Ambivalent belonging: Born-again Christians between Africa and Europe
- Danford Room 2nd floor Arts Building (R16 on the campus map)
- Arts and Law, Research, Students
Speaker: Leslie Fesenmyer, University of Birmingham
Part of the Africa Talks Seminar Series Autumn 2018.
Talks are held in the Danford Room, 2nd floor, Arts Building (R16 on the campus map).
Questions of belonging are pressing and affective ones in Africa and Europe, entangled as they are with race, religion, and history. In this paper, I consider how born-again Christians negotiate belonging between Kenya, their country of origin, and the United Kingdom, their current place of residence. ‘Migrants’ in one context and ‘diasporans’ in another, they are seen as not belonging in either context. While they derive certainty from the belief they are God’s children, they nonetheless contend with contradictions and ambivalence in their lived experiences transnationally. Engaging with debates about autochthony and globalization, I employ the notion of scale to unpick how these born-again Christians foster a sense of belonging within and across specific settings.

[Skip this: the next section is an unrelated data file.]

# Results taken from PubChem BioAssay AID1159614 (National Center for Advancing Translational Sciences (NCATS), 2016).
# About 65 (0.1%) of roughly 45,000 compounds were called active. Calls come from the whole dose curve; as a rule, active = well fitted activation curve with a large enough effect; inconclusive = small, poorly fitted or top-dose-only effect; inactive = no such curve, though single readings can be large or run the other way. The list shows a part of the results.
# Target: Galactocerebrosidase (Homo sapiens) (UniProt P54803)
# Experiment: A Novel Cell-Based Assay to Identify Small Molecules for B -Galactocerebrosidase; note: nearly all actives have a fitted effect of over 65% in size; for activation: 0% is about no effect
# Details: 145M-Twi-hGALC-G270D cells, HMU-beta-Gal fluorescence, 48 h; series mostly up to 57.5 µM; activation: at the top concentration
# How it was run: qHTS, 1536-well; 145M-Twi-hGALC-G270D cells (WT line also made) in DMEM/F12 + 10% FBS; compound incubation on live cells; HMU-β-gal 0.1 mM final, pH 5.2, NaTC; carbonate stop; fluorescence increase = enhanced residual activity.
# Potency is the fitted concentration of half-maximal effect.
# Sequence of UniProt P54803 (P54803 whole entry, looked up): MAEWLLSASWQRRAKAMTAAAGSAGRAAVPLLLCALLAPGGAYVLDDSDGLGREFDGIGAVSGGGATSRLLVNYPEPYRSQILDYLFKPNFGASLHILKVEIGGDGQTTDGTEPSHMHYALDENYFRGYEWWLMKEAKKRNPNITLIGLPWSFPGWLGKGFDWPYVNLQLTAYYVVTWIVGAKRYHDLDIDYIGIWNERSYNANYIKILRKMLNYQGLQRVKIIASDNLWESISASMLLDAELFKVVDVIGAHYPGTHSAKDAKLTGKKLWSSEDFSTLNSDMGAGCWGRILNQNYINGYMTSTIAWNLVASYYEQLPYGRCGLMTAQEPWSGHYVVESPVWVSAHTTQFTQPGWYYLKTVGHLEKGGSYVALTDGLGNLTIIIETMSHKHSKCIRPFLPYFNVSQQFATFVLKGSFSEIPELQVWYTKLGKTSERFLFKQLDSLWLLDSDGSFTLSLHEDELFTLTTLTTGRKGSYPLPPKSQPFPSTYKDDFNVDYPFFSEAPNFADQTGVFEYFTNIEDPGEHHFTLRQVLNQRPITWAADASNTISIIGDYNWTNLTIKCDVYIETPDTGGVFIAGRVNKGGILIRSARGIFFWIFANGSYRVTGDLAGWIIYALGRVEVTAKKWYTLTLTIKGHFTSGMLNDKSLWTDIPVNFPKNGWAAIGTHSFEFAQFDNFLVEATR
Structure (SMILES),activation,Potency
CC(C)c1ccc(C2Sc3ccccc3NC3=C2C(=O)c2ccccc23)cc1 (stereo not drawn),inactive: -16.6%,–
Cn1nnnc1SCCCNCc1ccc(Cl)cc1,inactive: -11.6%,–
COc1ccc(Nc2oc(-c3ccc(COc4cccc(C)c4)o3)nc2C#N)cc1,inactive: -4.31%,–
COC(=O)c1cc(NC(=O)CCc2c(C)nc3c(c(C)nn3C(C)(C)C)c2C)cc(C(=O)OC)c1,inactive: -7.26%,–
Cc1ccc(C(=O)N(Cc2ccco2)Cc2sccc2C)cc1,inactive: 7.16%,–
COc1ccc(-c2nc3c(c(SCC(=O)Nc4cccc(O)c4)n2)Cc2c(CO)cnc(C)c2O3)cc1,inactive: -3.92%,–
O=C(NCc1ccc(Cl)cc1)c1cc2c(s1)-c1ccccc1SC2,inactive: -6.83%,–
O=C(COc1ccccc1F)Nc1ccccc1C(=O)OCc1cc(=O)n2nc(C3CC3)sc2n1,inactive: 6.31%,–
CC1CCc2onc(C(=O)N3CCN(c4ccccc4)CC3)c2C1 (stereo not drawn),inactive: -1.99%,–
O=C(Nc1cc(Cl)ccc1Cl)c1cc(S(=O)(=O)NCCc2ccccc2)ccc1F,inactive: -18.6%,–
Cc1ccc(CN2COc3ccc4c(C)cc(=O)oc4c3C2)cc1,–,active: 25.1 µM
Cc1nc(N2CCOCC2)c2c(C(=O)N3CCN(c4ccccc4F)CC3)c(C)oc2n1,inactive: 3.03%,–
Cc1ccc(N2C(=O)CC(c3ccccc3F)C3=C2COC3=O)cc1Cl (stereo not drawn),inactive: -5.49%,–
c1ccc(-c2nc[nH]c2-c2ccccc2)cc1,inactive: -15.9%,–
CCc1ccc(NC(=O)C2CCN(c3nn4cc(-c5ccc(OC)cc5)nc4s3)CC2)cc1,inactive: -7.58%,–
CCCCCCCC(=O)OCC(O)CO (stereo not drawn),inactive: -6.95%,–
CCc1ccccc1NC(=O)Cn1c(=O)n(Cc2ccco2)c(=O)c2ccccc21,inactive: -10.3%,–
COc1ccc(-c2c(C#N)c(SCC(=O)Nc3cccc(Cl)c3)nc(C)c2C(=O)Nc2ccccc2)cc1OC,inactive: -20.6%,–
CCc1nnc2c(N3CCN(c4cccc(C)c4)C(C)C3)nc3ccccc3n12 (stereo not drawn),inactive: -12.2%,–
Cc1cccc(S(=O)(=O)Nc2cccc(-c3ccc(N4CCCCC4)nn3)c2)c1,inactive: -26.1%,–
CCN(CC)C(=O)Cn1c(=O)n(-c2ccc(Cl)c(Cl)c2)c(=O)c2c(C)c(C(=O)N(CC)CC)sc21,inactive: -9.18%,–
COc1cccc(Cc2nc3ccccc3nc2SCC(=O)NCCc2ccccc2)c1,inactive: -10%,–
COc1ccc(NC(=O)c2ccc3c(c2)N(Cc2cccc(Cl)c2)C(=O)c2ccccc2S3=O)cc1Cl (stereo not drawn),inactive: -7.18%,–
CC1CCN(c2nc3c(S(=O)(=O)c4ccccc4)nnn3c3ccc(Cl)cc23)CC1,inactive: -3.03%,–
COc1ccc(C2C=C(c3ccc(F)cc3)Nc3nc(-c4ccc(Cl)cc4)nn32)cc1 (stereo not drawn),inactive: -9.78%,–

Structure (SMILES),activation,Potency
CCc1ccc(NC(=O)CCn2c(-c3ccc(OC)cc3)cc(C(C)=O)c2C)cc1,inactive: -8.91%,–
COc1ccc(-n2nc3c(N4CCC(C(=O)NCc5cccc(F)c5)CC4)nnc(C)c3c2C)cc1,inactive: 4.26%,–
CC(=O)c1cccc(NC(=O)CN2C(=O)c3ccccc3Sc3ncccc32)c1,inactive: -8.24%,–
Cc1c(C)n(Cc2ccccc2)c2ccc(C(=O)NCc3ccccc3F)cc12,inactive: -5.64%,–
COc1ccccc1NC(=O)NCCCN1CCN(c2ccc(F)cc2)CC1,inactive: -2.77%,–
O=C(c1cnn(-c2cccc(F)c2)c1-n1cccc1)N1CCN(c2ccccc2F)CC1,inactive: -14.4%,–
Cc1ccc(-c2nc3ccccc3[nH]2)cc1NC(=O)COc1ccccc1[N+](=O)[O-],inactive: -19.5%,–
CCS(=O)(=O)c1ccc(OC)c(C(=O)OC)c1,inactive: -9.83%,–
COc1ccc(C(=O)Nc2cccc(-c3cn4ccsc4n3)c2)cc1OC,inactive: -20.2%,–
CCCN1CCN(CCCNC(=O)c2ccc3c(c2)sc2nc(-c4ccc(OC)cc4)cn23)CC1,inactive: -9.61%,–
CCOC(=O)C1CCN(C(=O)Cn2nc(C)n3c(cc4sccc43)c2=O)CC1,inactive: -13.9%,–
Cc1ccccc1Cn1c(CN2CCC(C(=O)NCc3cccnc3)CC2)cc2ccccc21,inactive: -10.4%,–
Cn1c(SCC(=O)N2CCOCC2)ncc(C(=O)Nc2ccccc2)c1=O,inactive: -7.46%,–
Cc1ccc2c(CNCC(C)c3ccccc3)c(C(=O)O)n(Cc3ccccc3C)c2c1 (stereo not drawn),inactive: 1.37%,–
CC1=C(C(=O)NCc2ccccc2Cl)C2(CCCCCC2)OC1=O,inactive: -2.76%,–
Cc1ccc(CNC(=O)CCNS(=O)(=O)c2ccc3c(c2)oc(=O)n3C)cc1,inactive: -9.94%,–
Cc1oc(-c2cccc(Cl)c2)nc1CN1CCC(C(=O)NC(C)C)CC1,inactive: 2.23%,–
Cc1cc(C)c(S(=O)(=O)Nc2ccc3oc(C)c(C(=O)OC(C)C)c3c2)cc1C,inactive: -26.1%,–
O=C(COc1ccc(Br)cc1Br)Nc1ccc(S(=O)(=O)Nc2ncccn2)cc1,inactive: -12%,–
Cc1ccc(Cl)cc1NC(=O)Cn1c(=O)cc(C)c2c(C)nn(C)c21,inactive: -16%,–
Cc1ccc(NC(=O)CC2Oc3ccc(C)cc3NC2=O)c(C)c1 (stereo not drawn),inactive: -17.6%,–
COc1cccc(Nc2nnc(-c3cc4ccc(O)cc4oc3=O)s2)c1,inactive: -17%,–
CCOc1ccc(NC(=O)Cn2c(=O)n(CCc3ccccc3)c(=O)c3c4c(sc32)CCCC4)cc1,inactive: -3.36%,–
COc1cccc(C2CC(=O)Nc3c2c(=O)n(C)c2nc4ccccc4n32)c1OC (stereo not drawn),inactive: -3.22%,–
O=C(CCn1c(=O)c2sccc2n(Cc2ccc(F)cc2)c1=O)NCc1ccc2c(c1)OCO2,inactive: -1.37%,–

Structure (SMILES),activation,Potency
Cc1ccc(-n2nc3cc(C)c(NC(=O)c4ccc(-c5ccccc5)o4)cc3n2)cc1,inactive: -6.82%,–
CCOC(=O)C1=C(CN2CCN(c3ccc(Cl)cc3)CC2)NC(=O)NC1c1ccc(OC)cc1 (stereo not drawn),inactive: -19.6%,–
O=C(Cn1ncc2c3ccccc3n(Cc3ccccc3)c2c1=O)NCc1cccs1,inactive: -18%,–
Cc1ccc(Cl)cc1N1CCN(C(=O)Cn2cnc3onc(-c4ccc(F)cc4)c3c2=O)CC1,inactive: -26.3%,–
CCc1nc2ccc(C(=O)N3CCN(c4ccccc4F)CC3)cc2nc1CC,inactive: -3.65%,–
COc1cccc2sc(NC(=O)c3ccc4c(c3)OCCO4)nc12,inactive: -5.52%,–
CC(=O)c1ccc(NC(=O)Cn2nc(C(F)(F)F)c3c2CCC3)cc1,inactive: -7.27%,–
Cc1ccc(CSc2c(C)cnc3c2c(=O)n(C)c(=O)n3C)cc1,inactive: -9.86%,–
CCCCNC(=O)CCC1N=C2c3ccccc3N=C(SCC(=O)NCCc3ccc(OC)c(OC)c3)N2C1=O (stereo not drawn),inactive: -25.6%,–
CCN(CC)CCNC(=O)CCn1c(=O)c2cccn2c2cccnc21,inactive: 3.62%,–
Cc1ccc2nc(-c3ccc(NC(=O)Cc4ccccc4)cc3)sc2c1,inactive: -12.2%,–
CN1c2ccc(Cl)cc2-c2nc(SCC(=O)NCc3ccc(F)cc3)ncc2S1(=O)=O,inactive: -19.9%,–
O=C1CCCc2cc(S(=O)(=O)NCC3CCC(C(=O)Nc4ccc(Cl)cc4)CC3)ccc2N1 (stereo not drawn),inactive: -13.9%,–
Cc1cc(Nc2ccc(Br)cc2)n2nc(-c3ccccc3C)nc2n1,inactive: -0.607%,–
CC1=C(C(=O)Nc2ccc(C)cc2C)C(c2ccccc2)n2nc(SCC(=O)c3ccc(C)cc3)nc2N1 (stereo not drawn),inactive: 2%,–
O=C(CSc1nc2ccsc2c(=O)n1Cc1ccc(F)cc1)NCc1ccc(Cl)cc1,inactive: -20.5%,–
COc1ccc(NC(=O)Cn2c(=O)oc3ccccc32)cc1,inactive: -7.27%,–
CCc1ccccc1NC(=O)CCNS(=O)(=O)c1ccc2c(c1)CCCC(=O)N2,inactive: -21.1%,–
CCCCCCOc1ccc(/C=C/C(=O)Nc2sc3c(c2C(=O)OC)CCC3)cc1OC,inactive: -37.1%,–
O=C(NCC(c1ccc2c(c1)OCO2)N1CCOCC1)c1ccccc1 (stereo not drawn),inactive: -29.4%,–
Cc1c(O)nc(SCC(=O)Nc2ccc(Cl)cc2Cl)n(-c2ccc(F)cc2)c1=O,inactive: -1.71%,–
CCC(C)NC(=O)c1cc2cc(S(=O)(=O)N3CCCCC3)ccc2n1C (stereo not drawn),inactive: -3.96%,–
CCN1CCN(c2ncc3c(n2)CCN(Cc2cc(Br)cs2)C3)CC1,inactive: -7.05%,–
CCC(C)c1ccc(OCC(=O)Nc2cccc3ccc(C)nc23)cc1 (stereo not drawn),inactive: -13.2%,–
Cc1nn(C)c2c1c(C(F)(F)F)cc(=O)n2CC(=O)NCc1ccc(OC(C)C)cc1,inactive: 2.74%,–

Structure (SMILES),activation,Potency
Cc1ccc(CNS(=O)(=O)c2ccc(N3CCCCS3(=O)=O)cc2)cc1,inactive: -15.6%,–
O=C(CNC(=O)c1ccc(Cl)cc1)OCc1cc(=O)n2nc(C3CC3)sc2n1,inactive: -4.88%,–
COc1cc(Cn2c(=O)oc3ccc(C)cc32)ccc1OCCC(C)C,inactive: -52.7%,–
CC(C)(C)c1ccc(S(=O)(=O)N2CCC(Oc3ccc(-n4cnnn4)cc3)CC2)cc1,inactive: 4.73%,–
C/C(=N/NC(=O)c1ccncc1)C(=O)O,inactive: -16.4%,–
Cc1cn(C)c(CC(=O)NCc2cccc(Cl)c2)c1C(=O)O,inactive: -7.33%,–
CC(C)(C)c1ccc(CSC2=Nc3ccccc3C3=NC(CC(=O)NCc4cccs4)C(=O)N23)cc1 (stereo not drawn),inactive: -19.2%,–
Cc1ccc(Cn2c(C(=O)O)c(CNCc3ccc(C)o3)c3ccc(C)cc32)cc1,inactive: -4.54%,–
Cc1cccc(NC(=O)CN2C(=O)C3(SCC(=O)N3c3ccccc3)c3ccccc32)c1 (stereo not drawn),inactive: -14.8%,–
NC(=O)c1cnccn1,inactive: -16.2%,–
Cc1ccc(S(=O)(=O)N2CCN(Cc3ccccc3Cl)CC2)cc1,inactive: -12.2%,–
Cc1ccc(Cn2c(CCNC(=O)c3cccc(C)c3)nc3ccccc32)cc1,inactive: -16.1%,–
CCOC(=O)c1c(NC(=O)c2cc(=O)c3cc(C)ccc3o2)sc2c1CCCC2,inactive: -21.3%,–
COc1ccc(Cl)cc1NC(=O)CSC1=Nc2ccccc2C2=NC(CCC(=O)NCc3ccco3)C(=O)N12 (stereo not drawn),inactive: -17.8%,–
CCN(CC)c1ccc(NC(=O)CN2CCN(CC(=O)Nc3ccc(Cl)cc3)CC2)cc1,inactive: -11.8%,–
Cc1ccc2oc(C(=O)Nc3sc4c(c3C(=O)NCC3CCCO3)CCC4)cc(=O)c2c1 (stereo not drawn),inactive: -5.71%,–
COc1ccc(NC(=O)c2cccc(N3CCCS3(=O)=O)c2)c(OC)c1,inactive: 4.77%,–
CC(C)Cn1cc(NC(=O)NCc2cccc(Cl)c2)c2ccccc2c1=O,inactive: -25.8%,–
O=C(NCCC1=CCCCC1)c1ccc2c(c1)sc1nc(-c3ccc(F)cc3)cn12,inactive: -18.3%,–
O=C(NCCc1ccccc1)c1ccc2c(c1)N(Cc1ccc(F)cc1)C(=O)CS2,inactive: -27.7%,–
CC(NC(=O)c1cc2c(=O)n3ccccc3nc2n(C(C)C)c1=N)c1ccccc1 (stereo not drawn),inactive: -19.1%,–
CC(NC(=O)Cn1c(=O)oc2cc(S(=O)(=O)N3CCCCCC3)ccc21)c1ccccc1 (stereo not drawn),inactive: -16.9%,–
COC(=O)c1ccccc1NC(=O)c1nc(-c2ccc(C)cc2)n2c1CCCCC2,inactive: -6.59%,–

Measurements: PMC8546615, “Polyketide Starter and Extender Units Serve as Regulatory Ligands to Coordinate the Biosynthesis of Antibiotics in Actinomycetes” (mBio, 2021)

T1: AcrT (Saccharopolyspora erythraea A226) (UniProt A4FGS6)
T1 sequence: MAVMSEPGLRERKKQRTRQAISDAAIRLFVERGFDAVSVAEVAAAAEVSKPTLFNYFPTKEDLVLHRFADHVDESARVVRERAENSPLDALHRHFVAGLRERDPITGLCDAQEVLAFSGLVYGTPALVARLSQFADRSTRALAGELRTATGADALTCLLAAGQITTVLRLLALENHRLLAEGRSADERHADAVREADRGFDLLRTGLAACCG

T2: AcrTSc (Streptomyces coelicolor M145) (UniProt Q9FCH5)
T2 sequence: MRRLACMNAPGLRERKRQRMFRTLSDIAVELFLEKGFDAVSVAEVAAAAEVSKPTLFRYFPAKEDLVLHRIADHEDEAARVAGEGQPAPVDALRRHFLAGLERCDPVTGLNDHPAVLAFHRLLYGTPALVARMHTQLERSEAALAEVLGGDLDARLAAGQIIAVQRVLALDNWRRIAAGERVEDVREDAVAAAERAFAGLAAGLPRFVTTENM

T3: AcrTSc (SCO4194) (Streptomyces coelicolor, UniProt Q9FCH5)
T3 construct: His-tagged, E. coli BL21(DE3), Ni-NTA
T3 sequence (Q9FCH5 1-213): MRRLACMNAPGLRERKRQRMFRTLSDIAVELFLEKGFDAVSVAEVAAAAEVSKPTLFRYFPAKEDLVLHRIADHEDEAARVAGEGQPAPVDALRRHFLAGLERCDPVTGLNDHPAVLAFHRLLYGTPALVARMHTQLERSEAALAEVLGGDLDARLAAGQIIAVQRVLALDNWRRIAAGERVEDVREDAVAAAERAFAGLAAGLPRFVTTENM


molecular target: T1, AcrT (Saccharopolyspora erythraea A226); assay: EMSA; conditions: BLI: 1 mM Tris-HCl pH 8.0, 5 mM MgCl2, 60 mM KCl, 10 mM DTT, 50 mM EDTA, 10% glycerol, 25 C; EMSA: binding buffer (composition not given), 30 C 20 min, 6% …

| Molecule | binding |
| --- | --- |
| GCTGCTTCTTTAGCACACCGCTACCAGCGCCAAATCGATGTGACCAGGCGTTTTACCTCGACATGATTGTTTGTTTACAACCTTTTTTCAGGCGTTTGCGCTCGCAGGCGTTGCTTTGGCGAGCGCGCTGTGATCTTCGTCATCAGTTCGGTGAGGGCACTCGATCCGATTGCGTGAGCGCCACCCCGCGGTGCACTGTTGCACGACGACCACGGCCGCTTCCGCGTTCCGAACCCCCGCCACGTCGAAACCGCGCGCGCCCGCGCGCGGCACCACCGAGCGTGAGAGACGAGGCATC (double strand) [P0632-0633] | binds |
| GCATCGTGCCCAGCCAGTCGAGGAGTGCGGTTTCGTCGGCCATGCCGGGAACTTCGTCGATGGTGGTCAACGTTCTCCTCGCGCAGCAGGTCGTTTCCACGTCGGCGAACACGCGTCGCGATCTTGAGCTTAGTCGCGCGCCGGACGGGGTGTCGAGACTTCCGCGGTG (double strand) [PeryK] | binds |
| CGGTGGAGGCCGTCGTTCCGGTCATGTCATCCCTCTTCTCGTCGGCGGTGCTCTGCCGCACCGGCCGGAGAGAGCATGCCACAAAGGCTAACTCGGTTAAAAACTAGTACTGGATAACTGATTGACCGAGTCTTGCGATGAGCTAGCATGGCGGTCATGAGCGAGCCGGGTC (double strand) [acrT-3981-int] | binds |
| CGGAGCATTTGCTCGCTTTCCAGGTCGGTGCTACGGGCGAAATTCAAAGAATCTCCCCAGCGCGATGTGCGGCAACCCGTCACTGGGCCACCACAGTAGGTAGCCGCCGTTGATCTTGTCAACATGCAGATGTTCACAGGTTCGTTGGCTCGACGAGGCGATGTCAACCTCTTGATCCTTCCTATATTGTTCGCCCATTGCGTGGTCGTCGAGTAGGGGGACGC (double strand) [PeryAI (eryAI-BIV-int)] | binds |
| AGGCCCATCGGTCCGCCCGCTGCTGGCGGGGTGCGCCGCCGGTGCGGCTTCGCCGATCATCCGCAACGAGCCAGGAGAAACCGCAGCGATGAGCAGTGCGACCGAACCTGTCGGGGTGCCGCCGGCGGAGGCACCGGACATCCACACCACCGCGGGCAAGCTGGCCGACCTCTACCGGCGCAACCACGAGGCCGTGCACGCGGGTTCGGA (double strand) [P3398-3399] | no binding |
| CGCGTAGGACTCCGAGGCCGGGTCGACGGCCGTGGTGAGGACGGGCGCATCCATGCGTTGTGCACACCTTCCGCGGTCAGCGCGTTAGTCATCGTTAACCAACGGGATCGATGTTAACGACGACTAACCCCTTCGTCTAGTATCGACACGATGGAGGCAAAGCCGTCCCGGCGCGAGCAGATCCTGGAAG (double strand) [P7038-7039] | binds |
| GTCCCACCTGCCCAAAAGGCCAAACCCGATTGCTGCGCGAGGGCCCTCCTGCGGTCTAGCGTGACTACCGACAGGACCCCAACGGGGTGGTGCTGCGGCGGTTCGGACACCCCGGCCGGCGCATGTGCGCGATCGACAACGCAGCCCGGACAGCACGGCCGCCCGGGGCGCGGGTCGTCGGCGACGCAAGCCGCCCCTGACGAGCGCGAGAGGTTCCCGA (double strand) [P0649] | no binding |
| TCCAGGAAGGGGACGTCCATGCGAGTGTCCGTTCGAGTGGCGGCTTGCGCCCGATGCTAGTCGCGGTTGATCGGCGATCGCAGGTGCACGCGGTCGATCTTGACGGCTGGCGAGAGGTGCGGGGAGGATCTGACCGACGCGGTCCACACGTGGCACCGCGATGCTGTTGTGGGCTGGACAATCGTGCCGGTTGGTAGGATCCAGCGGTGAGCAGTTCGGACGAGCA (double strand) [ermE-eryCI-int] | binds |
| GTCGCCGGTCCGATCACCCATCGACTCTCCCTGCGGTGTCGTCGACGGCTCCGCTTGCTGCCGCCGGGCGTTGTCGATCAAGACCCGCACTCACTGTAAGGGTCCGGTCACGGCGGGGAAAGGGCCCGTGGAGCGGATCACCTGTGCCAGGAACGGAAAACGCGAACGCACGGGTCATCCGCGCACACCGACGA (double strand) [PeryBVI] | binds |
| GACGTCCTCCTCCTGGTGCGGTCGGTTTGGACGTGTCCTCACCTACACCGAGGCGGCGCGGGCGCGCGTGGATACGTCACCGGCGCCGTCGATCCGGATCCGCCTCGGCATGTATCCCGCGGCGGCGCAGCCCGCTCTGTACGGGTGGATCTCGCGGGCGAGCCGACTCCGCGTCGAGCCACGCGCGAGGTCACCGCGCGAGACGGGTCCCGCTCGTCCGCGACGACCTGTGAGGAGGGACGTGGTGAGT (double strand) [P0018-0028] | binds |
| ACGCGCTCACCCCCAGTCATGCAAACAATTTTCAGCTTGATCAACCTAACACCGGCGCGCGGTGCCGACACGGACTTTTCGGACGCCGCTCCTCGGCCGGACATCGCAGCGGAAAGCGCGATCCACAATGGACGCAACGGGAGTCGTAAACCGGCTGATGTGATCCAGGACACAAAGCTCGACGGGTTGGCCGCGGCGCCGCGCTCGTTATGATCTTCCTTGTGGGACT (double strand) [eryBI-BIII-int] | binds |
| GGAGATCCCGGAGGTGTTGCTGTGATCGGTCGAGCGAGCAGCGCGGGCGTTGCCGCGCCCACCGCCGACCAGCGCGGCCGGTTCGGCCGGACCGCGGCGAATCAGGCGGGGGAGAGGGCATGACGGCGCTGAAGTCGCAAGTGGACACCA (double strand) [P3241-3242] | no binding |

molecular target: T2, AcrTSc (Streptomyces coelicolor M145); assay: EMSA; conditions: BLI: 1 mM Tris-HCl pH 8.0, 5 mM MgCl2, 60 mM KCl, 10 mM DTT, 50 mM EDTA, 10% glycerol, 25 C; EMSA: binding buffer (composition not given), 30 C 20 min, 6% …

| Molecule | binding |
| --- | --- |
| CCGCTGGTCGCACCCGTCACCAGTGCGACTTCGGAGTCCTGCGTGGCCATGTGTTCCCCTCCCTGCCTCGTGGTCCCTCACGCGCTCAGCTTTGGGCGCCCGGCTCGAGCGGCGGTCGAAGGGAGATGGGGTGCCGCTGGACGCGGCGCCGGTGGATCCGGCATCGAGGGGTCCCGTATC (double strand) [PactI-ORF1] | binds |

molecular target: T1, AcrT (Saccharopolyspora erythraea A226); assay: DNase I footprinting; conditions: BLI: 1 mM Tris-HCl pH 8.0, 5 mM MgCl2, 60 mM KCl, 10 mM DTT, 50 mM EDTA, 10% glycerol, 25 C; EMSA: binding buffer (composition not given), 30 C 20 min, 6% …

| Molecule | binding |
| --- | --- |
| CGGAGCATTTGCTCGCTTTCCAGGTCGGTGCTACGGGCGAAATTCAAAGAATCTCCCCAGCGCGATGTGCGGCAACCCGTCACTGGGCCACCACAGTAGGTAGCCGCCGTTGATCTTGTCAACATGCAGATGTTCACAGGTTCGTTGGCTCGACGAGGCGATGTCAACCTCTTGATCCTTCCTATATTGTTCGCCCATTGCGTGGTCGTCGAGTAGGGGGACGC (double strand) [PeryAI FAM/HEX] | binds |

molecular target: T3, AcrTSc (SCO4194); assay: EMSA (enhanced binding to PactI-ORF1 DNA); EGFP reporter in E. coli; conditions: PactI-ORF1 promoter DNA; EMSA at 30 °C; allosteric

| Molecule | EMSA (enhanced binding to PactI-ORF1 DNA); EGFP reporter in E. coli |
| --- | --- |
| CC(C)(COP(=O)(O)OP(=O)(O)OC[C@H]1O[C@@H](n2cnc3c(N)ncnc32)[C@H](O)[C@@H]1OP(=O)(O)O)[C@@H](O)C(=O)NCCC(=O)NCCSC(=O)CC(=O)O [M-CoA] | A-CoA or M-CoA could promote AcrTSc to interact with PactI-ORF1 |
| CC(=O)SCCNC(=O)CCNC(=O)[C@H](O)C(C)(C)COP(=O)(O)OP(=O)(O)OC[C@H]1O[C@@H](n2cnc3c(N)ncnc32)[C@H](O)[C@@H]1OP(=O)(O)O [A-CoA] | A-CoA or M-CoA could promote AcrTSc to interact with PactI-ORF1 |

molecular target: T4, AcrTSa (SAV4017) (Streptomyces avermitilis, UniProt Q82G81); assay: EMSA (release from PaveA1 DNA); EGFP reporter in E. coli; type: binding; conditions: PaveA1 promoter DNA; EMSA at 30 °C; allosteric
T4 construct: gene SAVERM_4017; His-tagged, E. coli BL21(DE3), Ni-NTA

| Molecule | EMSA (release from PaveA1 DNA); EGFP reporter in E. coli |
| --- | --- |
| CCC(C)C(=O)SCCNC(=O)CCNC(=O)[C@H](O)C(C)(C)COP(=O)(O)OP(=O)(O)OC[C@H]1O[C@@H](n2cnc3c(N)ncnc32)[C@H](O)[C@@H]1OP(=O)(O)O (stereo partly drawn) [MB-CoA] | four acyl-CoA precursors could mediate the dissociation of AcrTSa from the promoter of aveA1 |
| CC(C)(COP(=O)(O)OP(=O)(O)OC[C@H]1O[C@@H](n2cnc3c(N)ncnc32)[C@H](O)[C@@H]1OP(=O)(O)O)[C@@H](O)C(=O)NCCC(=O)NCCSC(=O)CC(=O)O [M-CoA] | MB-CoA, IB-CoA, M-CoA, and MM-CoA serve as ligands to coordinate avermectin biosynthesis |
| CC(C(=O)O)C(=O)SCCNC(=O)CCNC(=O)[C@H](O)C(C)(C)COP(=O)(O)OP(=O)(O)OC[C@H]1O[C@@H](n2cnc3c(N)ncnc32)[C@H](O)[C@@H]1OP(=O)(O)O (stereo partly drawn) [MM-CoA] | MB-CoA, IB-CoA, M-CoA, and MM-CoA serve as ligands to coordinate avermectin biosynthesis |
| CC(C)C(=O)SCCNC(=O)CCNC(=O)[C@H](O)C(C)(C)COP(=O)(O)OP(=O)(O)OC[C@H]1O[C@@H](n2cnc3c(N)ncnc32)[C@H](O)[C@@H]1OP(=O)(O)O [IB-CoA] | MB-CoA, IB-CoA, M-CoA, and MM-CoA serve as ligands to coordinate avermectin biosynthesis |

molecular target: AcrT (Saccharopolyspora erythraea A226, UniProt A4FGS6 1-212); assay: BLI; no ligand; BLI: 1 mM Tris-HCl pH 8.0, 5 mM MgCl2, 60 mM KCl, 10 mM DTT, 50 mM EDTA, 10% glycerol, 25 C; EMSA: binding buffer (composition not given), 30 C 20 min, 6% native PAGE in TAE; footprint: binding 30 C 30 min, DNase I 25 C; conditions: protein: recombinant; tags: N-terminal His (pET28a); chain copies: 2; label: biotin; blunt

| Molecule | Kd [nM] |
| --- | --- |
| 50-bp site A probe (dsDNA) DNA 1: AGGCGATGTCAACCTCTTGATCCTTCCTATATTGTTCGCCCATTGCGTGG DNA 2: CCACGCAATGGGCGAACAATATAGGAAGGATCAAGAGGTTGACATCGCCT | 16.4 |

Leslie Fesenmyer is Lecturer in the Anthropology of Africa at DASA. Prior to joining the department in September 2018, she held several research and teaching positions at Oxford University, including an ESRC Future Research Leaders Fellowship (2013-2016) at the Centre on Migration, Policy and Society (COMPAS) in the School of Anthropology and Museum Ethnography. Her research interests include migration, kinship, place-making, and Pentecostalism, which she has explored through long-term fieldwork in the United Kingdom and Kenya.